Gorakhpur bypoll: Did Yogi Adityanath overestimate his strength on home turf?
UP chief minister Yogi Adityanath, the head priest of the Gorakhnath Mutt, emerged as the BJP’s lead campaigner across states in recent months, next to only Prime Minister Narendra Modi and party president Amit Shah. However, the shock Gorakhpur defeat is a warning signal.india Updated: Mar 15, 2018 16:38 IST
The Bharatiya Janata Party’s (BJP) rising star — Uttar Pradesh chief minister Yogi Adityanath — was defeated on his home turf on Wednesday.
The 45-year-old head priest of the Gorakhnath Mutt has emerged as India’s ruling party’s lead campaigner across states in recent months, next to only Prime Minister Narendra Modi and party president Amit Shah.
He addressed 35 rallies during the campaign for the Gujarat assembly polls last year, frequented Tripura during the February election and is giving the BJP’s campaign a push in Karnataka that will vote in May.
What he lost in between was his home turf – Gorakhpur – that the Mutt’s head priests have held without a break since 1989. Adityanath’s guru Mahant Avedyanath got elected to the Lok Sabha first in 1970 and then held the seat between 1989 and 1998. He passed the baton to Adityanath. Now, for the first time in 28 years, the Gorakhnath MP will not come from the Mutt.
The strong following of the Gorakhnath Mutt in Tripura and coastal Karnataka had prompted the BJP to send Adityanath beyond the boundaries of Uttar Pradesh. “It’s a warning signal for him,” a Union minister from Uttar Pradesh said on the condition of anonymity. “He cannot take UP for granted anymore.”
Adityanath, too, said “overconfidence” cost the BJP on both the seats and that the defeat was a matter of introspection. “We need to review this verdict so as we perform better in future,” he said in Lucknow.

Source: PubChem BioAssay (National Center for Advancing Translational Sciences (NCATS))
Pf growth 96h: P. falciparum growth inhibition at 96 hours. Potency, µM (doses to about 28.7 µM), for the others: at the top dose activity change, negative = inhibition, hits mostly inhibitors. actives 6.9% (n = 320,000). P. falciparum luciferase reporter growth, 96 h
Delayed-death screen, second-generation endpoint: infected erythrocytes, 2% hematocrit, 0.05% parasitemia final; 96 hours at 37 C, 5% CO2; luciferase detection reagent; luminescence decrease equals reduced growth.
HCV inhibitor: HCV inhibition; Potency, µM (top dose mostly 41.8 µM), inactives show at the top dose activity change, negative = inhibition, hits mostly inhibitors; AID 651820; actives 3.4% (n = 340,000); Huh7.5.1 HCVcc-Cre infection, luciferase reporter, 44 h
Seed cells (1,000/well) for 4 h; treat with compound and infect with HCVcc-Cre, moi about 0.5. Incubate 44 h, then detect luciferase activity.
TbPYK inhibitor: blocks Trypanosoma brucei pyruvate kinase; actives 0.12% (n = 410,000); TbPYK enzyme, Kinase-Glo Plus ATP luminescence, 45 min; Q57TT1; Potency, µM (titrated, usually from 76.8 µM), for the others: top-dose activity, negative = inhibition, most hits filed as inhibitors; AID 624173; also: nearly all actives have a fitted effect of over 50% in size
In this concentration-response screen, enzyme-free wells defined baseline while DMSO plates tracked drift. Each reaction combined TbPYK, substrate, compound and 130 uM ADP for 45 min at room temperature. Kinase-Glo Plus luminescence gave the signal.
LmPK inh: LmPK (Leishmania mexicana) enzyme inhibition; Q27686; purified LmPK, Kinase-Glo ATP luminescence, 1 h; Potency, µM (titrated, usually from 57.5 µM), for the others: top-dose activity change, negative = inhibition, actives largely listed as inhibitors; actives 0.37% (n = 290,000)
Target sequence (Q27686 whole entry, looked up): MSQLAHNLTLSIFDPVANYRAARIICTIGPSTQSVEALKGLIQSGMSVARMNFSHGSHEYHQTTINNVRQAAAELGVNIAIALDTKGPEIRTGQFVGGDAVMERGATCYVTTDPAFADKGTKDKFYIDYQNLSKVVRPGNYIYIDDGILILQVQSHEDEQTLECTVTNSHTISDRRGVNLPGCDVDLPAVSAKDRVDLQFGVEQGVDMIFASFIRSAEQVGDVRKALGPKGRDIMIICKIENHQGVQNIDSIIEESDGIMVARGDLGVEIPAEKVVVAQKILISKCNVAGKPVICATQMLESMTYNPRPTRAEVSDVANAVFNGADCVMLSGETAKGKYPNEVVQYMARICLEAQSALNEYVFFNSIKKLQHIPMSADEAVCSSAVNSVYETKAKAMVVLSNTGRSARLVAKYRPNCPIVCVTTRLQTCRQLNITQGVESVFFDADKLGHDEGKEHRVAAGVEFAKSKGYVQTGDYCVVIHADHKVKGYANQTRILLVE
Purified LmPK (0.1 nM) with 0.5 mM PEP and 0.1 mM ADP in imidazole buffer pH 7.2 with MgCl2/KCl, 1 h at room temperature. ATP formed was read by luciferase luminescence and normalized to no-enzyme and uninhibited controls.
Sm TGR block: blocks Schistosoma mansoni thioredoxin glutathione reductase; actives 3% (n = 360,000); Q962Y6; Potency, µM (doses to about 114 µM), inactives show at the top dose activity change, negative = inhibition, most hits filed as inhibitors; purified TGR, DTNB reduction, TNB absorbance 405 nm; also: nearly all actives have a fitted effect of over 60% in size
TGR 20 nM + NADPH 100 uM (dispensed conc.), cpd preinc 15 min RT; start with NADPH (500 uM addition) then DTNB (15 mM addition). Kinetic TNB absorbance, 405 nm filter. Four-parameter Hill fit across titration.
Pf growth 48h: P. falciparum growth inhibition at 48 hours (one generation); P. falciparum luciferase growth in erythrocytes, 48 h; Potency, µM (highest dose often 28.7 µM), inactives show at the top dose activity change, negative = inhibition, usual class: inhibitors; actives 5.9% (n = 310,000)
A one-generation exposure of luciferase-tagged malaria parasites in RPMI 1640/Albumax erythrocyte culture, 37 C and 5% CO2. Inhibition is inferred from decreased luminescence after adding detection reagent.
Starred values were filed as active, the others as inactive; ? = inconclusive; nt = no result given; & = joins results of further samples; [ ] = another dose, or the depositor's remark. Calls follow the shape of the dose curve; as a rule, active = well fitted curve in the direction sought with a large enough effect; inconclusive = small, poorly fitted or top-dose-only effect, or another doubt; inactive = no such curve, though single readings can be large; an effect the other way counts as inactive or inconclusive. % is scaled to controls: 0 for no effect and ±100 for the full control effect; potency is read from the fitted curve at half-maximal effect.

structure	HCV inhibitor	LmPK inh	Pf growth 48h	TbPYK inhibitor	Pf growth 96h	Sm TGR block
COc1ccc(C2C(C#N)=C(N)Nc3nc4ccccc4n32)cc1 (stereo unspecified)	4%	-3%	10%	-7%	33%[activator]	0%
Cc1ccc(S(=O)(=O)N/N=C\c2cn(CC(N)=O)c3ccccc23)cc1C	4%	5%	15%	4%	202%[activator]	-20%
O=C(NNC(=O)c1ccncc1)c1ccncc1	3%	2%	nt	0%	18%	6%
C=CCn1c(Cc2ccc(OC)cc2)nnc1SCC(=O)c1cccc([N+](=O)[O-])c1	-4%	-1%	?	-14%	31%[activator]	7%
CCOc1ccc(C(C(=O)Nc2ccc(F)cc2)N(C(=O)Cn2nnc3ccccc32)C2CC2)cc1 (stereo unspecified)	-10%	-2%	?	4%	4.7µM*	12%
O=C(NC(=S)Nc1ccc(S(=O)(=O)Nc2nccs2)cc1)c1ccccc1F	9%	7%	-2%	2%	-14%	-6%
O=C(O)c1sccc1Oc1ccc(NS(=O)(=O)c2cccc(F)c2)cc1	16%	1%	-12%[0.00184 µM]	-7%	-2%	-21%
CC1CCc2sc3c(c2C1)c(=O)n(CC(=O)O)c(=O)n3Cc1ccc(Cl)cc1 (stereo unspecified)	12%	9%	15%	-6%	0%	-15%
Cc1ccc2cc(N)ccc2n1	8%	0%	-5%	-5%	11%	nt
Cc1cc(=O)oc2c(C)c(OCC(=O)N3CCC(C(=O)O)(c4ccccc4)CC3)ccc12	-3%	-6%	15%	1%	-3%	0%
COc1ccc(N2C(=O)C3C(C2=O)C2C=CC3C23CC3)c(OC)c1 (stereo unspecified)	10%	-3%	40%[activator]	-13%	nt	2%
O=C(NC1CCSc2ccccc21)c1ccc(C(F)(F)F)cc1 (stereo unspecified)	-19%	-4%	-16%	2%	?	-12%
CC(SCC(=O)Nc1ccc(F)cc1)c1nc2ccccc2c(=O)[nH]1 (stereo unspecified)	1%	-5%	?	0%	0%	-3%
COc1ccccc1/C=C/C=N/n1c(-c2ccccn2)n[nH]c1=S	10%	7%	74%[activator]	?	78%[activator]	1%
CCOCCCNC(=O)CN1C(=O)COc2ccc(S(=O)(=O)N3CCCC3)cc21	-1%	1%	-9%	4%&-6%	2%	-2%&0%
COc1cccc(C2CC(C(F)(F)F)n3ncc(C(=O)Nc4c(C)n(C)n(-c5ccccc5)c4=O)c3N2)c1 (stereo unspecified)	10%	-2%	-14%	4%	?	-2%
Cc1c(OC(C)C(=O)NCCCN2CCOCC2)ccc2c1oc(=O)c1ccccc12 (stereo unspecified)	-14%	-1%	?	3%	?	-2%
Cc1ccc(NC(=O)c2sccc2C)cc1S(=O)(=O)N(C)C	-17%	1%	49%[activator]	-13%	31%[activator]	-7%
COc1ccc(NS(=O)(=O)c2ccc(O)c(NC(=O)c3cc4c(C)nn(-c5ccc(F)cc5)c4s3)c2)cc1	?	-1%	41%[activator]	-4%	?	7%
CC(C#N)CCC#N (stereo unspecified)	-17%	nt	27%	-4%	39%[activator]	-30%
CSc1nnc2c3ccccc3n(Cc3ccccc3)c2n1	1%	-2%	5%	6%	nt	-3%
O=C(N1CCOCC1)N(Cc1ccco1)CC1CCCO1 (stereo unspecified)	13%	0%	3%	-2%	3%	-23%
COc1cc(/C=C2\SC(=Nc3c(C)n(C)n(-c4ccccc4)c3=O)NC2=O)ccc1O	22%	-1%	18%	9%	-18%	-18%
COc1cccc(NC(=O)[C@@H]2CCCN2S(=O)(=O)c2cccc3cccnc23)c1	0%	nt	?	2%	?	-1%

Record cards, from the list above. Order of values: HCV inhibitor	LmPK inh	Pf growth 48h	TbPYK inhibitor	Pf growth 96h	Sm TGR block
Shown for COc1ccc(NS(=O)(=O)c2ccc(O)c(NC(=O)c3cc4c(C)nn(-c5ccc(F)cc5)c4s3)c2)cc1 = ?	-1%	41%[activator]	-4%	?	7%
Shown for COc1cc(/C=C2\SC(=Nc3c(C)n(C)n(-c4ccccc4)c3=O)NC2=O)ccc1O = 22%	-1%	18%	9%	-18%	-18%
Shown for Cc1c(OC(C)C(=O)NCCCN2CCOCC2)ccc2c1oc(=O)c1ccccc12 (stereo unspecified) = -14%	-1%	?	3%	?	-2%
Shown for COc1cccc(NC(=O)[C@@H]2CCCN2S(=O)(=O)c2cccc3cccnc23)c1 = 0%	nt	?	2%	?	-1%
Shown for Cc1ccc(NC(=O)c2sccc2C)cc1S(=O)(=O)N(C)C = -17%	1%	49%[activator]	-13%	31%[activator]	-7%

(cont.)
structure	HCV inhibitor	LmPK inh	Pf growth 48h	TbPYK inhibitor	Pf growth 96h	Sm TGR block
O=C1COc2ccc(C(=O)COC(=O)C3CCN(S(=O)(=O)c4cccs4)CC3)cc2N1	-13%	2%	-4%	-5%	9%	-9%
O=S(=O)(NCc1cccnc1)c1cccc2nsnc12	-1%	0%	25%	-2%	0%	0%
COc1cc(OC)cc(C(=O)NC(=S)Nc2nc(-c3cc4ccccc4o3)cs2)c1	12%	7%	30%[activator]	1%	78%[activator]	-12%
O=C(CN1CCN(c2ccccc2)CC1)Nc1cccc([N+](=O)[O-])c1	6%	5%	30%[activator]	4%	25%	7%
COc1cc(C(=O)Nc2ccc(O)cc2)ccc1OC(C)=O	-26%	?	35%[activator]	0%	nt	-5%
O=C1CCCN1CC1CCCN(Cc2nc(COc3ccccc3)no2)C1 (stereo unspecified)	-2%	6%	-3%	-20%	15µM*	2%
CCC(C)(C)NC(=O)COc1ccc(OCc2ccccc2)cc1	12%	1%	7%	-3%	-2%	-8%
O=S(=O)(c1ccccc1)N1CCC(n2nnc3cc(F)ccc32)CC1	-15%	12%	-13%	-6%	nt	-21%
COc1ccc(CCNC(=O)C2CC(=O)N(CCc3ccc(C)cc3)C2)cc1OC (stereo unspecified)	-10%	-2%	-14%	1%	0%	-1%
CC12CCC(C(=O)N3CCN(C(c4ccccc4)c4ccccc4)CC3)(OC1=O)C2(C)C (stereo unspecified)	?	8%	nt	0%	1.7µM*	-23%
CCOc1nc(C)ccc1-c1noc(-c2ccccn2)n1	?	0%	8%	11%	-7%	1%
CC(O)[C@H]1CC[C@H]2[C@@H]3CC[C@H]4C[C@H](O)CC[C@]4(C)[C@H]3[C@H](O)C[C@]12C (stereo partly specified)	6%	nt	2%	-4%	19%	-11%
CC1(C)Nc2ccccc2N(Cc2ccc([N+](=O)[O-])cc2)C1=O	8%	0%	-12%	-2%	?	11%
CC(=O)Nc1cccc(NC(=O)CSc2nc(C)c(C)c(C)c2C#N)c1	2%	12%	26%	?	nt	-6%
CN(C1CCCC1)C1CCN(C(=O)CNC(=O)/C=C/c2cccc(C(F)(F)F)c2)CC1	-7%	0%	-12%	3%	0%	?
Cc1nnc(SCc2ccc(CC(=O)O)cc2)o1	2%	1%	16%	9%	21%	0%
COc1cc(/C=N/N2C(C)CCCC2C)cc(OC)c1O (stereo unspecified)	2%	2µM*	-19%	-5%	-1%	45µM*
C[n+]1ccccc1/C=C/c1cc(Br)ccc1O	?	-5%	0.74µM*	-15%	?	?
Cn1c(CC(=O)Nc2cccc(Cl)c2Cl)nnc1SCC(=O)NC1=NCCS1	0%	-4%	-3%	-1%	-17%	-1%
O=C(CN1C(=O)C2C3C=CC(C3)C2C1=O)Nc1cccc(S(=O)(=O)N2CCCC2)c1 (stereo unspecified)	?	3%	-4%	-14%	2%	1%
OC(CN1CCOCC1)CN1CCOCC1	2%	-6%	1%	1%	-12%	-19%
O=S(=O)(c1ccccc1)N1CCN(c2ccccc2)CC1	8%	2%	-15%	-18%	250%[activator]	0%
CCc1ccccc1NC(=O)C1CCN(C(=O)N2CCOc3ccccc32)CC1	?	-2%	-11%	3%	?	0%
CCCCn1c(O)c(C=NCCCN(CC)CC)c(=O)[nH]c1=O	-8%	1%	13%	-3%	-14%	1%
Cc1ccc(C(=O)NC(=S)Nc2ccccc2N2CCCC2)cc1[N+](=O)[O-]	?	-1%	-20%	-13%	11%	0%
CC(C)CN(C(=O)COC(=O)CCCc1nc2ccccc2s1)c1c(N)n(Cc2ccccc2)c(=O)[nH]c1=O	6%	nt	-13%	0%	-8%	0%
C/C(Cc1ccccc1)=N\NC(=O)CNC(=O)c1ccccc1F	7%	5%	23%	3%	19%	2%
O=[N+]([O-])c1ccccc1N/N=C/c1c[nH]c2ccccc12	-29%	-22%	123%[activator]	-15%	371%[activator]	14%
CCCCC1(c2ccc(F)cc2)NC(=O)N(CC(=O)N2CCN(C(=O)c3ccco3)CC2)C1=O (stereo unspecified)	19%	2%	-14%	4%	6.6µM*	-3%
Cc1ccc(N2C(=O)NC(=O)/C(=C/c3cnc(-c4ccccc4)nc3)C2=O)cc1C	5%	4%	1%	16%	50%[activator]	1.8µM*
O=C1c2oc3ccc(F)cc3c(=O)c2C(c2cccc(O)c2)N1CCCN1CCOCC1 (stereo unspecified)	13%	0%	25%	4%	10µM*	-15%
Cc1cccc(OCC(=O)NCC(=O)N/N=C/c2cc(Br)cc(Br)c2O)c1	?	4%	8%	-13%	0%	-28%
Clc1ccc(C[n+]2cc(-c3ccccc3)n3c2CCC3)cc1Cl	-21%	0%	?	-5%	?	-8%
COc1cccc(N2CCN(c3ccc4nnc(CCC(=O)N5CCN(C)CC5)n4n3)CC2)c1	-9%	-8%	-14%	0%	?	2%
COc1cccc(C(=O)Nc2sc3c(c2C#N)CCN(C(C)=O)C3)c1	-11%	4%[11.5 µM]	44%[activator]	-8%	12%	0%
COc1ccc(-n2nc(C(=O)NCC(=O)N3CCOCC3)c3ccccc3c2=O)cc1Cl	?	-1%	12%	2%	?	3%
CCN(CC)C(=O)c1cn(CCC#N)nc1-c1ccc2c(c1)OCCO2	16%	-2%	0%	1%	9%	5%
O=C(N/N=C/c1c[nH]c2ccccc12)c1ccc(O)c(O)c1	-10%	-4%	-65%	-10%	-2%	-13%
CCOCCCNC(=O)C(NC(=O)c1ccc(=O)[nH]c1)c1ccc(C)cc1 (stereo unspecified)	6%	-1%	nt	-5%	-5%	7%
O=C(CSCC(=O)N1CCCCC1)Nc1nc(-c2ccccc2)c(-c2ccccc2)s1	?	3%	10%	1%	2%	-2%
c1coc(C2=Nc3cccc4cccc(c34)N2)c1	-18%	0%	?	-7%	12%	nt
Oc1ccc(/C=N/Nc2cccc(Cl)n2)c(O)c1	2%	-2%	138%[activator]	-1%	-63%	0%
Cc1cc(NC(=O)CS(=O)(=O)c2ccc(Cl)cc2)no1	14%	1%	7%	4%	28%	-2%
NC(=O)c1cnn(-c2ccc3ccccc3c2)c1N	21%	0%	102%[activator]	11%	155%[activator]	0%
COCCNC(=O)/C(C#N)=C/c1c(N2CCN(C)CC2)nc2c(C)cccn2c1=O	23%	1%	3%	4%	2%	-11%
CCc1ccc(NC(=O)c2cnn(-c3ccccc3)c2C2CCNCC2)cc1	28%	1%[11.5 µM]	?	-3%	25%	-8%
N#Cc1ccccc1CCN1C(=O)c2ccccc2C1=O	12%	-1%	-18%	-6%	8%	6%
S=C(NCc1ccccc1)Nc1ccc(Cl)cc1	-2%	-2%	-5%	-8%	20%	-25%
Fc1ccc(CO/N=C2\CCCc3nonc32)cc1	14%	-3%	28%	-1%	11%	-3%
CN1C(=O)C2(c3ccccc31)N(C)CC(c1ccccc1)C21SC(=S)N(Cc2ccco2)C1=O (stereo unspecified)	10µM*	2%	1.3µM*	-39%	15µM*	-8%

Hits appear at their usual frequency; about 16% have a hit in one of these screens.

The clout of the Gorakhnath Math in the region bordering Nepal and Adityanath’s personality cult made him indispensible in the region. An upper caste Thakur leader, Yogi epitomised a strong Hindutva brand of politics that helped him win a following among different castes. He raised a brigade of young men – the Hindu Yuva Vahini – that also courted controversies with its activities in the Gorakhpur region.
A personal following and that of the Mutt ensured Adityanath was not dependent on the BJP to win election, and he used this advantage over the years to arm-twist the saffron party on organisational matters, such as appointments and distribution of tickets in his region.
He was the surprise pick for the CM’s post when the BJP won a three-fourths majority in assembly elections last year. As chief minister, he kept the Gorakhpur connect alive, visiting the temple, too, often for religious and other works.
“He, perhaps, overestimated his strength and underestimated the SP-BSP alliance’s,” a Lok Sabha MP from eastern Uttar Pradesh said on condition of anonymity. BJP insiders in Delhi ruled out any immediate political fallout for him in Uttar Pradesh, but claimed his functioning will be “closely watched” from here that earlier.
“To lose a seat that we won by a margin of 3-lakh plus votes just four years back cannot be swept under the carpet,” a senior office bearer of the BJP said on condition of anonymity.